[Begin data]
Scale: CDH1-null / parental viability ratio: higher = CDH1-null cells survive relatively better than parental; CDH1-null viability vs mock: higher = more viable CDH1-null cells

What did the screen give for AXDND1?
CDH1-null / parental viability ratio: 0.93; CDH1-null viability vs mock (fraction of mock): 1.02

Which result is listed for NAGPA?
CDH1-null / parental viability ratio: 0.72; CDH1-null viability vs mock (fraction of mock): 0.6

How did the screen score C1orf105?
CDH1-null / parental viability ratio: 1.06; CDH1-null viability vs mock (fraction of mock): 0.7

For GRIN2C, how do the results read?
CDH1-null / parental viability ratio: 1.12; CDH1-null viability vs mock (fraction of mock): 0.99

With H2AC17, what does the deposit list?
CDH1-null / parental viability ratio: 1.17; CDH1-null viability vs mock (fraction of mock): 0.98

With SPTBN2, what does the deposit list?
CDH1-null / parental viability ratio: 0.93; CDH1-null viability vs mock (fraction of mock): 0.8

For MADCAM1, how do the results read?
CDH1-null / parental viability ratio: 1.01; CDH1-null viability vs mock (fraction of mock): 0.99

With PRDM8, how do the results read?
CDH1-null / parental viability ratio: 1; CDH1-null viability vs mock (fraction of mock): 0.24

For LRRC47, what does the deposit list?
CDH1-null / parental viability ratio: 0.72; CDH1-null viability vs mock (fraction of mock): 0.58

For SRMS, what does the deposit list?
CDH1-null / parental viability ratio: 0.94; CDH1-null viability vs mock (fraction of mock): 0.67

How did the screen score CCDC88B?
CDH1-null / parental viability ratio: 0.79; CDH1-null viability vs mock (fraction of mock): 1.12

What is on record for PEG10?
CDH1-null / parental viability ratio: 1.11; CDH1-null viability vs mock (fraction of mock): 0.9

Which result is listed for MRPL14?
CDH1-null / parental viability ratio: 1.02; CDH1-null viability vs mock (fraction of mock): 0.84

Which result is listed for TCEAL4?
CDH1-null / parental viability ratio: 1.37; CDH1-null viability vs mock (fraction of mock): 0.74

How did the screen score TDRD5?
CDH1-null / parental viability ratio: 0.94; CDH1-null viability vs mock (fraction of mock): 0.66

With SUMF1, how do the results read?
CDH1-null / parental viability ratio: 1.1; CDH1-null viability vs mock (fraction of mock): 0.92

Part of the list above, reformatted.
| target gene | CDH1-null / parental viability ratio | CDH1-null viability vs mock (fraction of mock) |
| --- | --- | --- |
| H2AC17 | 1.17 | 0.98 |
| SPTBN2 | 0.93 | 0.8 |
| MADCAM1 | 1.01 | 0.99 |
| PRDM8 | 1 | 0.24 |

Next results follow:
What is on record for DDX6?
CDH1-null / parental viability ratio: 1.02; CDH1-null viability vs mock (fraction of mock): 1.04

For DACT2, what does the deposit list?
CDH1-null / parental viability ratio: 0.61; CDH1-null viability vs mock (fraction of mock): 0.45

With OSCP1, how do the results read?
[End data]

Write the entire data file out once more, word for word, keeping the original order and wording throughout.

Scale: CDH1-null / parental viability ratio: higher = CDH1-null cells survive relatively better than parental; CDH1-null viability vs mock: higher = more viable CDH1-null cells

What did the screen give for AXDND1?
CDH1-null / parental viability ratio: 0.93; CDH1-null viability vs mock (fraction of mock): 1.02

Which result is listed for NAGPA?
CDH1-null / parental viability ratio: 0.72; CDH1-null viability vs mock (fraction of mock): 0.6

How did the screen score C1orf105?
CDH1-null / parental viability ratio: 1.06; CDH1-null viability vs mock (fraction of mock): 0.7

For GRIN2C, how do the results read?
CDH1-null / parental viability ratio: 1.12; CDH1-null viability vs mock (fraction of mock): 0.99

With H2AC17, what does the deposit list?
CDH1-null / parental viability ratio: 1.17; CDH1-null viability vs mock (fraction of mock): 0.98

With SPTBN2, what does the deposit list?
CDH1-null / parental viability ratio: 0.93; CDH1-null viability vs mock (fraction of mock): 0.8

For MADCAM1, how do the results read?
CDH1-null / parental viability ratio: 1.01; CDH1-null viability vs mock (fraction of mock): 0.99

With PRDM8, how do the results read?
CDH1-null / parental viability ratio: 1; CDH1-null viability vs mock (fraction of mock): 0.24

For LRRC47, what does the deposit list?
CDH1-null / parental viability ratio: 0.72; CDH1-null viability vs mock (fraction of mock): 0.58

For SRMS, what does the deposit list?
CDH1-null / parental viability ratio: 0.94; CDH1-null viability vs mock (fraction of mock): 0.67

How did the screen score CCDC88B?
CDH1-null / parental viability ratio: 0.79; CDH1-null viability vs mock (fraction of mock): 1.12

What is on record for PEG10?
CDH1-null / parental viability ratio: 1.11; CDH1-null viability vs mock (fraction of mock): 0.9

Which result is listed for MRPL14?
CDH1-null / parental viability ratio: 1.02; CDH1-null viability vs mock (fraction of mock): 0.84

Which result is listed for TCEAL4?
CDH1-null / parental viability ratio: 1.37; CDH1-null viability vs mock (fraction of mock): 0.74

How did the screen score TDRD5?
CDH1-null / parental viability ratio: 0.94; CDH1-null viability vs mock (fraction of mock): 0.66

With SUMF1, how do the results read?
CDH1-null / parental viability ratio: 1.1; CDH1-null viability vs mock (fraction of mock): 0.92

Part of the list above, reformatted.
| target gene | CDH1-null / parental viability ratio | CDH1-null viability vs mock (fraction of mock) |
| --- | --- | --- |
| H2AC17 | 1.17 | 0.98 |
| SPTBN2 | 0.93 | 0.8 |
| MADCAM1 | 1.01 | 0.99 |
| PRDM8 | 1 | 0.24 |

Next results follow:
What is on record for DDX6?
CDH1-null / parental viability ratio: 1.02; CDH1-null viability vs mock (fraction of mock): 1.04

For DACT2, what does the deposit list?
CDH1-null / parental viability ratio: 0.61; CDH1-null viability vs mock (fraction of mock): 0.45

With OSCP1, how do the results read?